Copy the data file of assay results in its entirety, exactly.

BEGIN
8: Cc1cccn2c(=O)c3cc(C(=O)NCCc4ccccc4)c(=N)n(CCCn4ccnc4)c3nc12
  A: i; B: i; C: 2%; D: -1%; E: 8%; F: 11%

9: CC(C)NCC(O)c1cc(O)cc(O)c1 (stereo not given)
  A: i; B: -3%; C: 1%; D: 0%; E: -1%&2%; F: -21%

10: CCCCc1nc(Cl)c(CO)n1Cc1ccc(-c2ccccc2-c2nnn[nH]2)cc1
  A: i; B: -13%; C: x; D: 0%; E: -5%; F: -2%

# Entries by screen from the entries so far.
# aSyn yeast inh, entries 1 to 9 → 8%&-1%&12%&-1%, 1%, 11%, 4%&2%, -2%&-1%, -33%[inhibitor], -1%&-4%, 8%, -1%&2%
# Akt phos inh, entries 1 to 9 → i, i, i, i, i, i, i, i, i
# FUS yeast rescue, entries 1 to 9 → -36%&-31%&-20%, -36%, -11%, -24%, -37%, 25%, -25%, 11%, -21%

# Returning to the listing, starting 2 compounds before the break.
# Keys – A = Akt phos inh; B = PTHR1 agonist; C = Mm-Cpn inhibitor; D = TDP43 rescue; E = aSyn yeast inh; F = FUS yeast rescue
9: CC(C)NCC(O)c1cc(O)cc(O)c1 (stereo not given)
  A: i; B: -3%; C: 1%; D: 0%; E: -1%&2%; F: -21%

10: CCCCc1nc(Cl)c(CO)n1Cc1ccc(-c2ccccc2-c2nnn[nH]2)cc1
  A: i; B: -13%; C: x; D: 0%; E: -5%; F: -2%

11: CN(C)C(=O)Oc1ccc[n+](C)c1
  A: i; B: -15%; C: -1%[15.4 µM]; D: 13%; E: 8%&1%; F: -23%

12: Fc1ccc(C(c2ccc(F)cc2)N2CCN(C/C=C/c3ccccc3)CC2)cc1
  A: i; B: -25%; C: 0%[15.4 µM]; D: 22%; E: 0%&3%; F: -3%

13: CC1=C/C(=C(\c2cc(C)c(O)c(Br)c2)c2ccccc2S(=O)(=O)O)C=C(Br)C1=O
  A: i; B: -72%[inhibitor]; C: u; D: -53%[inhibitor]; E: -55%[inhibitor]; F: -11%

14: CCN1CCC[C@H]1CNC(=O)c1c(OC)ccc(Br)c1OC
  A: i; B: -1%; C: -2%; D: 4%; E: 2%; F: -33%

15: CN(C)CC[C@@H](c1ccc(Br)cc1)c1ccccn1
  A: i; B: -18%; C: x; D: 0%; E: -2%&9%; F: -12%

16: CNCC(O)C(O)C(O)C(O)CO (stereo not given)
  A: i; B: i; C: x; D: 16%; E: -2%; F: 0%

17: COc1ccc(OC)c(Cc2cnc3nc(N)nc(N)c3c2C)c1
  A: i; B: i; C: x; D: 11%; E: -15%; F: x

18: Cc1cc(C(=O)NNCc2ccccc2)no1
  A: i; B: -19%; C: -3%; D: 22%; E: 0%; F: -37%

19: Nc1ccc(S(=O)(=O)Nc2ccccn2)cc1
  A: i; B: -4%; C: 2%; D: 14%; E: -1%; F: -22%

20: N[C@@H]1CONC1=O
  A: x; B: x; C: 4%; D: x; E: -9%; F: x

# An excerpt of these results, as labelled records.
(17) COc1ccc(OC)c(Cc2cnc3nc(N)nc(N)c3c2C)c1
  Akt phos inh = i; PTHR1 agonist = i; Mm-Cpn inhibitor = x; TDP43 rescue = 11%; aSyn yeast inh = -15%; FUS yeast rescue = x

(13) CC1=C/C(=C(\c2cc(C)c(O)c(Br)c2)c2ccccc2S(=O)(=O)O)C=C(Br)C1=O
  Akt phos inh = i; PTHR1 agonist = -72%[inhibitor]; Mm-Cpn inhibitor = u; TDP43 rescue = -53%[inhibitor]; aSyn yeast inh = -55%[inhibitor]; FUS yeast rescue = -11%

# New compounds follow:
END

8: Cc1cccn2c(=O)c3cc(C(=O)NCCc4ccccc4)c(=N)n(CCCn4ccnc4)c3nc12
  A: i; B: i; C: 2%; D: -1%; E: 8%; F: 11%

9: CC(C)NCC(O)c1cc(O)cc(O)c1 (stereo not given)
  A: i; B: -3%; C: 1%; D: 0%; E: -1%&2%; F: -21%

10: CCCCc1nc(Cl)c(CO)n1Cc1ccc(-c2ccccc2-c2nnn[nH]2)cc1
  A: i; B: -13%; C: x; D: 0%; E: -5%; F: -2%

# Entries by screen from the entries so far.
# aSyn yeast inh, entries 1 to 9 → 8%&-1%&12%&-1%, 1%, 11%, 4%&2%, -2%&-1%, -33%[inhibitor], -1%&-4%, 8%, -1%&2%
# Akt phos inh, entries 1 to 9 → i, i, i, i, i, i, i, i, i
# FUS yeast rescue, entries 1 to 9 → -36%&-31%&-20%, -36%, -11%, -24%, -37%, 25%, -25%, 11%, -21%

# Returning to the listing, starting 2 compounds before the break.
# Keys – A = Akt phos inh; B = PTHR1 agonist; C = Mm-Cpn inhibitor; D = TDP43 rescue; E = aSyn yeast inh; F = FUS yeast rescue
9: CC(C)NCC(O)c1cc(O)cc(O)c1 (stereo not given)
  A: i; B: -3%; C: 1%; D: 0%; E: -1%&2%; F: -21%

10: CCCCc1nc(Cl)c(CO)n1Cc1ccc(-c2ccccc2-c2nnn[nH]2)cc1
  A: i; B: -13%; C: x; D: 0%; E: -5%; F: -2%

11: CN(C)C(=O)Oc1ccc[n+](C)c1
  A: i; B: -15%; C: -1%[15.4 µM]; D: 13%; E: 8%&1%; F: -23%

12: Fc1ccc(C(c2ccc(F)cc2)N2CCN(C/C=C/c3ccccc3)CC2)cc1
  A: i; B: -25%; C: 0%[15.4 µM]; D: 22%; E: 0%&3%; F: -3%

13: CC1=C/C(=C(\c2cc(C)c(O)c(Br)c2)c2ccccc2S(=O)(=O)O)C=C(Br)C1=O
  A: i; B: -72%[inhibitor]; C: u; D: -53%[inhibitor]; E: -55%[inhibitor]; F: -11%

14: CCN1CCC[C@H]1CNC(=O)c1c(OC)ccc(Br)c1OC
  A: i; B: -1%; C: -2%; D: 4%; E: 2%; F: -33%

15: CN(C)CC[C@@H](c1ccc(Br)cc1)c1ccccn1
  A: i; B: -18%; C: x; D: 0%; E: -2%&9%; F: -12%

16: CNCC(O)C(O)C(O)C(O)CO (stereo not given)
  A: i; B: i; C: x; D: 16%; E: -2%; F: 0%

17: COc1ccc(OC)c(Cc2cnc3nc(N)nc(N)c3c2C)c1
  A: i; B: i; C: x; D: 11%; E: -15%; F: x

18: Cc1cc(C(=O)NNCc2ccccc2)no1
  A: i; B: -19%; C: -3%; D: 22%; E: 0%; F: -37%

19: Nc1ccc(S(=O)(=O)Nc2ccccn2)cc1
  A: i; B: -4%; C: 2%; D: 14%; E: -1%; F: -22%

20: N[C@@H]1CONC1=O
  A: x; B: x; C: 4%; D: x; E: -9%; F: x

# An excerpt of these results, as labelled records.
(17) COc1ccc(OC)c(Cc2cnc3nc(N)nc(N)c3c2C)c1
  Akt phos inh = i; PTHR1 agonist = i; Mm-Cpn inhibitor = x; TDP43 rescue = 11%; aSyn yeast inh = -15%; FUS yeast rescue = x

(13) CC1=C/C(=C(\c2cc(C)c(O)c(Br)c2)c2ccccc2S(=O)(=O)O)C=C(Br)C1=O
  Akt phos inh = i; PTHR1 agonist = -72%[inhibitor]; Mm-Cpn inhibitor = u; TDP43 rescue = -53%[inhibitor]; aSyn yeast inh = -55%[inhibitor]; FUS yeast rescue = -11%

# New compounds follow: